FRAMINGHAM – The City of Framingham is inviting Commonwealth Farm 1761, Inc. to begin negotiations for a host community agreement for a marijuana cultivation agreement at Eastleigh Farm on Edmands Road.
Since then, Commonwealth Farm 1761, has been meeting with the City’s Marijuana Task Force, headed up by City of Framingham Chief Operating Officer Thatcher Kezer III.
That task force unanimously voted on May 1 for the Mayor begin negotiations for a host agreement.
The Mayor sent a letter to Commonwealth Farm 1761 CEO Jonathan Tucker on May 15.
The host community agreement will include:
- Framingham Planning Board’s approval of a site plan showing the
- Payment of any and all real estate taxes and water and sewer charges due the City of Framingham.
Eastleigh Farm owner Doug Stephan plans to lease 12 acres of his 112-acre historic farm in Framingham to a Commonwealth Farm 1761, which would grow and package marijuana in a secure, indoor facility to be constructed on site.
Stephan, who had previously filed a subdivision plan with the city for development of the farm, told a standing room only crowd at a 90-minute January 7 meeting, “this is probably the best scenario I could possibly hope for” to save the farm.
The proposal to save the farm calls for Stephan to lease a dozen acres of the 112-acre site to Commonwealth Farm 1761 for 99 years. The cost of the lease was not disclosed, and it has not been signed yet.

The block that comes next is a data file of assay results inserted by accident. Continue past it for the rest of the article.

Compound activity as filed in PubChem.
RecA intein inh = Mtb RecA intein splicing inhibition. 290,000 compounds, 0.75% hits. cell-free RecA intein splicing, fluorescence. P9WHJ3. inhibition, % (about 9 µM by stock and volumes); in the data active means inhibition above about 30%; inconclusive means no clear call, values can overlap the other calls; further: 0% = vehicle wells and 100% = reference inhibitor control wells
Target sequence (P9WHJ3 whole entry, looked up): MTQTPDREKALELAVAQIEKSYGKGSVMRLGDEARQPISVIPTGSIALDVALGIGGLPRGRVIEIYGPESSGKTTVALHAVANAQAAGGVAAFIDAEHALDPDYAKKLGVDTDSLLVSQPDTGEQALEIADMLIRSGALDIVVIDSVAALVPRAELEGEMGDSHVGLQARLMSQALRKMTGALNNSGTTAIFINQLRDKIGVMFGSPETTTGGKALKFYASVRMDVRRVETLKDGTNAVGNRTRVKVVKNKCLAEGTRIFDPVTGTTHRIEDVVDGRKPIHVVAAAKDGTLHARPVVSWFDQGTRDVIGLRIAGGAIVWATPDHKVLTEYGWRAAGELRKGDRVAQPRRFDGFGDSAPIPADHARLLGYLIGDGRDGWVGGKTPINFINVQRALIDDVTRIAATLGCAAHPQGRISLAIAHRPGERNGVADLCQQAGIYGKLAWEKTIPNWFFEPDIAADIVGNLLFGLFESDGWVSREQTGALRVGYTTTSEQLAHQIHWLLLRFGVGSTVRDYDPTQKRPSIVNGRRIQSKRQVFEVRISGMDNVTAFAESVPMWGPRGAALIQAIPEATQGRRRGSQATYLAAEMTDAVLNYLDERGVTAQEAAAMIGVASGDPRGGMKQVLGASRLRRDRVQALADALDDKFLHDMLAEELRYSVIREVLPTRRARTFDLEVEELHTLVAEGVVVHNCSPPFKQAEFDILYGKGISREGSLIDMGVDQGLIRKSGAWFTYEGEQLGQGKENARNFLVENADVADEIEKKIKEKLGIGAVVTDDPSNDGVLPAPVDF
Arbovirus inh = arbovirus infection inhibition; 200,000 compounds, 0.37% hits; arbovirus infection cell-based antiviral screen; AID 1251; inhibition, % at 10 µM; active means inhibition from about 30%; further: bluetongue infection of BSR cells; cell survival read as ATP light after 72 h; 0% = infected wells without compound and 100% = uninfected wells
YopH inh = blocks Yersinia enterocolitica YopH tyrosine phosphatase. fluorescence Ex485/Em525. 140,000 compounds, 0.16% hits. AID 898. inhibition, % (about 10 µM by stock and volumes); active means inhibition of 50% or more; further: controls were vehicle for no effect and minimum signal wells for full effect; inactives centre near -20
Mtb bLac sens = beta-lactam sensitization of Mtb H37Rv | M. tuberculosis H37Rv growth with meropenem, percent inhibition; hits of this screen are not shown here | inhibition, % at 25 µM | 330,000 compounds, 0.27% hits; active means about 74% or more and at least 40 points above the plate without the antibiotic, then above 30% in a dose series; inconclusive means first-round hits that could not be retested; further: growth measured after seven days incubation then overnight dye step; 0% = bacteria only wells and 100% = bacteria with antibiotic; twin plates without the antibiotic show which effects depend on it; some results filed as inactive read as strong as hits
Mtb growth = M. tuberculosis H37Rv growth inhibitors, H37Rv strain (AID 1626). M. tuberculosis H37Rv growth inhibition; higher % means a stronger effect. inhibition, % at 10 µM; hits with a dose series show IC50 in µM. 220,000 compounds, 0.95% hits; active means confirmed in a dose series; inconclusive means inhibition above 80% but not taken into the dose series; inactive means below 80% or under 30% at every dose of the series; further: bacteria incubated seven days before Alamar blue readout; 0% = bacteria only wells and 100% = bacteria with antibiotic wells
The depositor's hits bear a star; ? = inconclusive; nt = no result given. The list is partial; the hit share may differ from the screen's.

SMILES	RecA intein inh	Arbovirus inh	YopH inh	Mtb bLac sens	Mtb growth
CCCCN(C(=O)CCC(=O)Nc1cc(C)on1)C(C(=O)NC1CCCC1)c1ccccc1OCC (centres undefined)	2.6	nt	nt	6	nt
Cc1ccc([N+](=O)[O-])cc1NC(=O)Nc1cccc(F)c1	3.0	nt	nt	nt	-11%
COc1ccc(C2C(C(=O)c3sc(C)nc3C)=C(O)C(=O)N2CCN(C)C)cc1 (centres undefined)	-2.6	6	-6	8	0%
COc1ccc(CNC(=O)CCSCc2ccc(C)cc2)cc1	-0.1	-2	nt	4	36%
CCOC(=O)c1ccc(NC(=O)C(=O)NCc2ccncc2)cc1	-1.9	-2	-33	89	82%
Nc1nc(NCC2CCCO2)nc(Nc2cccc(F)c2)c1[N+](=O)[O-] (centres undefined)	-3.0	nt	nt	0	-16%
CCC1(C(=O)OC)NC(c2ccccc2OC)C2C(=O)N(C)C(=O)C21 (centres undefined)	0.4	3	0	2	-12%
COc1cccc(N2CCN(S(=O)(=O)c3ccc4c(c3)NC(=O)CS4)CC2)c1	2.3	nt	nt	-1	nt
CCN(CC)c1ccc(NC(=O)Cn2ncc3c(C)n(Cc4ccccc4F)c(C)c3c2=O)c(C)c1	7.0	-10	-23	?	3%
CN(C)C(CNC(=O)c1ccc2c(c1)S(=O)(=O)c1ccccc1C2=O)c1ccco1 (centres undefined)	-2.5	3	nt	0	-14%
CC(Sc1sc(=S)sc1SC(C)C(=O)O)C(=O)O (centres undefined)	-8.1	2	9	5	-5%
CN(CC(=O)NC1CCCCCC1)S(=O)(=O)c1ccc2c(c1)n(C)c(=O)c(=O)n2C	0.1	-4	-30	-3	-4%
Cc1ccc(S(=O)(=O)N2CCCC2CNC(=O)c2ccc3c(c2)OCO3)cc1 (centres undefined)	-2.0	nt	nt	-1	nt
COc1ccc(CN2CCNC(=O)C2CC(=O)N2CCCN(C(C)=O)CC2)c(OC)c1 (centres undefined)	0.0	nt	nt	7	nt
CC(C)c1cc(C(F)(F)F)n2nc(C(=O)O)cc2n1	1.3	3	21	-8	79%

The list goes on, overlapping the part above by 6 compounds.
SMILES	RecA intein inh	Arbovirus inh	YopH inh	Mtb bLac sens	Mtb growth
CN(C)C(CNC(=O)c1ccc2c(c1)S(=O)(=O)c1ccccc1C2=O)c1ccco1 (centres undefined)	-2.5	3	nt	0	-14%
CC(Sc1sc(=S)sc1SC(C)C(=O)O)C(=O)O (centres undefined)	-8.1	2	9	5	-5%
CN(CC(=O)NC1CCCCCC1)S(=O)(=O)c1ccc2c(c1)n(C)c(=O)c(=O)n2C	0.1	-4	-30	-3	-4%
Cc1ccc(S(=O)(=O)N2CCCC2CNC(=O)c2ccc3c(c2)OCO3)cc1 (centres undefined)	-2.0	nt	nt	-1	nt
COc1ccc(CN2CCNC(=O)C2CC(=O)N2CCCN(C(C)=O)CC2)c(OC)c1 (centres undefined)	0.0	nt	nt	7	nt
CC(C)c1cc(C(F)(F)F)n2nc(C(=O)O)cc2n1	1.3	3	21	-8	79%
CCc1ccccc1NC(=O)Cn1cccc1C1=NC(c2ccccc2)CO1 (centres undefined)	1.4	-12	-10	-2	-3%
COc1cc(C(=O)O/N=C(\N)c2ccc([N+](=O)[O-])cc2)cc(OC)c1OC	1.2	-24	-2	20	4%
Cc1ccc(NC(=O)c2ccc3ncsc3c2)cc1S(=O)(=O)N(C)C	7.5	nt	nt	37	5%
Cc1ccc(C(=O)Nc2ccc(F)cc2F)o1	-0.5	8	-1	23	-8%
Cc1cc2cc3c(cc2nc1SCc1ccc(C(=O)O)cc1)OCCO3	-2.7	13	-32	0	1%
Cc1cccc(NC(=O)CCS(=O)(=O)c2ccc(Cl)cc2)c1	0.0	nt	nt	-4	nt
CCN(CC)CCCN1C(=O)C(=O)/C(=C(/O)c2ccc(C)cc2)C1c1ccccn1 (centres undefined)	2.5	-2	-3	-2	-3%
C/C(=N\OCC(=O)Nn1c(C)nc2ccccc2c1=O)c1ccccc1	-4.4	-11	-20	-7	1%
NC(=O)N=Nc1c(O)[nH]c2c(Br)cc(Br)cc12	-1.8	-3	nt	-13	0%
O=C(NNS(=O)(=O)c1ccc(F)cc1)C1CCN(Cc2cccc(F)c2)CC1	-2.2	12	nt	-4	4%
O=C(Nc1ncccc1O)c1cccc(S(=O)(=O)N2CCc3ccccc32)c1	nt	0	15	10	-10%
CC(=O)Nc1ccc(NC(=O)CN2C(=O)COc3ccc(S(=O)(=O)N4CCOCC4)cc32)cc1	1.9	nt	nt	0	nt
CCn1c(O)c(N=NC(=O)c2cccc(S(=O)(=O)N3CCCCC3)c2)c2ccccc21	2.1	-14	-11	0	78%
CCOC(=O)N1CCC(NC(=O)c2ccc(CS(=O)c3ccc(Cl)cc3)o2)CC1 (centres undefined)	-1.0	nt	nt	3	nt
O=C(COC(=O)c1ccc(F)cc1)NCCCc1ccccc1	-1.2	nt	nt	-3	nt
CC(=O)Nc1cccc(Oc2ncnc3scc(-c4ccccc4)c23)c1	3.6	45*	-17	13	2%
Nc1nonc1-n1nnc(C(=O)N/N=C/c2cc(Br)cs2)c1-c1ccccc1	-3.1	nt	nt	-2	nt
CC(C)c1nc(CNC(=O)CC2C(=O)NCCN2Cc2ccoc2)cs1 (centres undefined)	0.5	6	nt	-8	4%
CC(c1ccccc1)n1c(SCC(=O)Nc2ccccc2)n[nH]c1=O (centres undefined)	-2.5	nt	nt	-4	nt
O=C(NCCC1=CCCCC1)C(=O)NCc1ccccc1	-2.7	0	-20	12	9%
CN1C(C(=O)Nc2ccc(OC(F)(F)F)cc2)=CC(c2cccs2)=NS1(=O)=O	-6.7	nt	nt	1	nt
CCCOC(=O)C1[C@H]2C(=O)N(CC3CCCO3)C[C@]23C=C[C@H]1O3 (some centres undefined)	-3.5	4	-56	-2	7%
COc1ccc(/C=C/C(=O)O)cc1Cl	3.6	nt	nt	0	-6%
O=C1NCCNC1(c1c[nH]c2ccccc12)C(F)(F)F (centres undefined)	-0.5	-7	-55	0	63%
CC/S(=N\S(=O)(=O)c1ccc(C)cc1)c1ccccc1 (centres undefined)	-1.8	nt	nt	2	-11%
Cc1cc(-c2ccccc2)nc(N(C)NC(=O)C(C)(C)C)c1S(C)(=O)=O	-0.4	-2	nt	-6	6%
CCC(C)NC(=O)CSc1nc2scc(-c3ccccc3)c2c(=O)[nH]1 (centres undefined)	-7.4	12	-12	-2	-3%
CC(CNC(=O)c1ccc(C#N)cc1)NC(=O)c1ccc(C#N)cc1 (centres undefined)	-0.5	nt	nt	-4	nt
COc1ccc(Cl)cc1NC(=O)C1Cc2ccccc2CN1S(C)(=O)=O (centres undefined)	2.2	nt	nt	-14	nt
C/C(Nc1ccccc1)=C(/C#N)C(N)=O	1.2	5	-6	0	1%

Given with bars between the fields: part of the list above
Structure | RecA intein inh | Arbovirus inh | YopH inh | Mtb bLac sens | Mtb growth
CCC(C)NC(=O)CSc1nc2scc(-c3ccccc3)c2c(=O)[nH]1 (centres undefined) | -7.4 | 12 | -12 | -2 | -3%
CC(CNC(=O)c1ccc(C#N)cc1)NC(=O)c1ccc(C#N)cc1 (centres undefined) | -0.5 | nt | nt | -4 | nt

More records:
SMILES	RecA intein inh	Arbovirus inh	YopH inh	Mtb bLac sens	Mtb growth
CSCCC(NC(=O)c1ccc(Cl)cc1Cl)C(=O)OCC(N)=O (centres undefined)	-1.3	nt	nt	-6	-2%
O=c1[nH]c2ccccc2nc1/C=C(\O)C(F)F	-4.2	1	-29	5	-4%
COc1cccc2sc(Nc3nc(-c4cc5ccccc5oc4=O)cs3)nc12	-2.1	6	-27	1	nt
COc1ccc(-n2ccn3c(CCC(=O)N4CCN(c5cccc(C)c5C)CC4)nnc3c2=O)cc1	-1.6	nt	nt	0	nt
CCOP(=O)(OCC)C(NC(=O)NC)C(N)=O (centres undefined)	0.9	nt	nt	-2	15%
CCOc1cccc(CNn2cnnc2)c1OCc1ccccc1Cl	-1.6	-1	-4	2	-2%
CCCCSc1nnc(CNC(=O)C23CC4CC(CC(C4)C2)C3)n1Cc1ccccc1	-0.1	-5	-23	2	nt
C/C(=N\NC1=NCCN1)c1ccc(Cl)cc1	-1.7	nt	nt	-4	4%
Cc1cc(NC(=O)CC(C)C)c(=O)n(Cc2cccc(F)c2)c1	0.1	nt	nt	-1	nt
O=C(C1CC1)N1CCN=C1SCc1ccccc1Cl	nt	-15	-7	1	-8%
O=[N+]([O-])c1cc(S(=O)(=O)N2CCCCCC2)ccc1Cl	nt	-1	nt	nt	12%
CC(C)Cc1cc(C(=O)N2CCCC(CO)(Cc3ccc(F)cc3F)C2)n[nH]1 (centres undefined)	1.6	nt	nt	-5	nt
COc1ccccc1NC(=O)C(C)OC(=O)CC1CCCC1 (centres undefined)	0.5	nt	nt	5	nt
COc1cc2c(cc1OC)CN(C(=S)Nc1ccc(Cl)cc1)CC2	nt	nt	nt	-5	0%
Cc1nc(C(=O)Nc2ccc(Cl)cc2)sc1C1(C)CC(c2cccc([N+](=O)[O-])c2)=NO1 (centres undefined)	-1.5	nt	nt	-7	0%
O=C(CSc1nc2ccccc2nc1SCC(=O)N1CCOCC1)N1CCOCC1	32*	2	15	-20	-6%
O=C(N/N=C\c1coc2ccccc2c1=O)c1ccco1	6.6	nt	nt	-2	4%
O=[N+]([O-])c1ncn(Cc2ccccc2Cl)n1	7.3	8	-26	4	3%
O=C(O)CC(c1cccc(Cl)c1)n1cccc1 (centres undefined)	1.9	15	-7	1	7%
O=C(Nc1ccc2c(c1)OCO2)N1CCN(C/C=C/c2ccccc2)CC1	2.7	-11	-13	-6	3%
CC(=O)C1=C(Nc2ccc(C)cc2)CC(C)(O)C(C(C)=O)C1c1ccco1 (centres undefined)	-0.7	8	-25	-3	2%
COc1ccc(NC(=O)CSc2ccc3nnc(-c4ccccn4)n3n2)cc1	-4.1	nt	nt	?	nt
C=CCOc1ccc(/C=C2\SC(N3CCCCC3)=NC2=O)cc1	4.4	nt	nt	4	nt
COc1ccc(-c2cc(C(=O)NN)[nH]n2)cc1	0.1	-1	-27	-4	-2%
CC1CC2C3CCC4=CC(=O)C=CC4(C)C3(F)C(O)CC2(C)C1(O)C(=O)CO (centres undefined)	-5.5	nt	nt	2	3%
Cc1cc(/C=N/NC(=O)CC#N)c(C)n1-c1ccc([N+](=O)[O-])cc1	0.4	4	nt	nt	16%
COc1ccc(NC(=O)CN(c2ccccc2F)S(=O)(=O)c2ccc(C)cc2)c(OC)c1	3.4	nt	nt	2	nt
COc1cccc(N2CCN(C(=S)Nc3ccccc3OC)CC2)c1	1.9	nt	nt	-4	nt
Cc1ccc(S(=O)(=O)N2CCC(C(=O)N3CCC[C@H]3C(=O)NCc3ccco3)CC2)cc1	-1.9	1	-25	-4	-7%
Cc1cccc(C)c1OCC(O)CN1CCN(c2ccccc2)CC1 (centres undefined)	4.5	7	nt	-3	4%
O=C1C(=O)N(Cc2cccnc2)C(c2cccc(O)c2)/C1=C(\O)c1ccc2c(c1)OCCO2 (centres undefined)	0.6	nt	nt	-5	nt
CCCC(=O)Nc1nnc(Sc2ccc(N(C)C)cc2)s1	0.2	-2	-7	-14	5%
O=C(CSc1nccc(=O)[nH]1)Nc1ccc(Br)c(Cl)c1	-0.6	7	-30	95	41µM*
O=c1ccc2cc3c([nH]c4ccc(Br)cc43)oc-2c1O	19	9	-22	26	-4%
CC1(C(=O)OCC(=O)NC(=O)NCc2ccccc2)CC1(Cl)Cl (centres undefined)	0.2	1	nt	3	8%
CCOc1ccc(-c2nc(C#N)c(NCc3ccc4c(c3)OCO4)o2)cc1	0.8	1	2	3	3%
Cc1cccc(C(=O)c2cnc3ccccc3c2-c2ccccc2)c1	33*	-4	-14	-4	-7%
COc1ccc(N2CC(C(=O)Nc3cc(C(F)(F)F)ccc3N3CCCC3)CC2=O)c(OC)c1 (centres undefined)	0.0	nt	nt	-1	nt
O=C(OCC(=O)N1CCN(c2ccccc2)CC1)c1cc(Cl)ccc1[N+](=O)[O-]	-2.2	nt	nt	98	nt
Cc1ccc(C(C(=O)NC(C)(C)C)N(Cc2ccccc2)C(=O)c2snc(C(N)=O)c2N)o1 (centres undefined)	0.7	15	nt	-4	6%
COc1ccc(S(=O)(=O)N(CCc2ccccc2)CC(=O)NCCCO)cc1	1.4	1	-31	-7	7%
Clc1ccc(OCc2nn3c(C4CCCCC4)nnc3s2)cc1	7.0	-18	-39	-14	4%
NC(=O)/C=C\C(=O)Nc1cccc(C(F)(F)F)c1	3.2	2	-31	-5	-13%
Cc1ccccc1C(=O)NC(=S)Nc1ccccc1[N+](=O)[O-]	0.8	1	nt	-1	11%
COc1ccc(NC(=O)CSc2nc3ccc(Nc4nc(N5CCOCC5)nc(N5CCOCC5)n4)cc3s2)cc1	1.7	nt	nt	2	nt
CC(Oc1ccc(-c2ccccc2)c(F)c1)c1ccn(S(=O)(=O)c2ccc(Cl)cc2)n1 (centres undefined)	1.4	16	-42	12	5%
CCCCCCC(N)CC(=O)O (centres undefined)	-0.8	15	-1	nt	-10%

Commonwealth Farm would then seek local and state approvals to construct and operate a marijuana cultivation and packaging facility in District 3 of the City.
The location of the indoor facility would be about 1,200 to 1,300 feet from the Edmands Road entrance of the farm property, and about 1,400 feet from the Pheasant Hill neighborhood.
The newly-constructed facility would be nestled in the middle of the historic farm property, with fencing and high security, said Becca Rutenberg, director of strategic affairs in Massachusetts for Vicente Sederberg, a national law firm that represents cannabis endeavors.
Rutemberg told the audience of abutters and mostly resident of Framingham, that the building would be constructed to blend in with the agricultural style of the area.
She described security measures between that of a “casino and a nuclear power plant.”
“Members of the public would not be allowed within the facility, ” she said, adding that staff access would be monitored.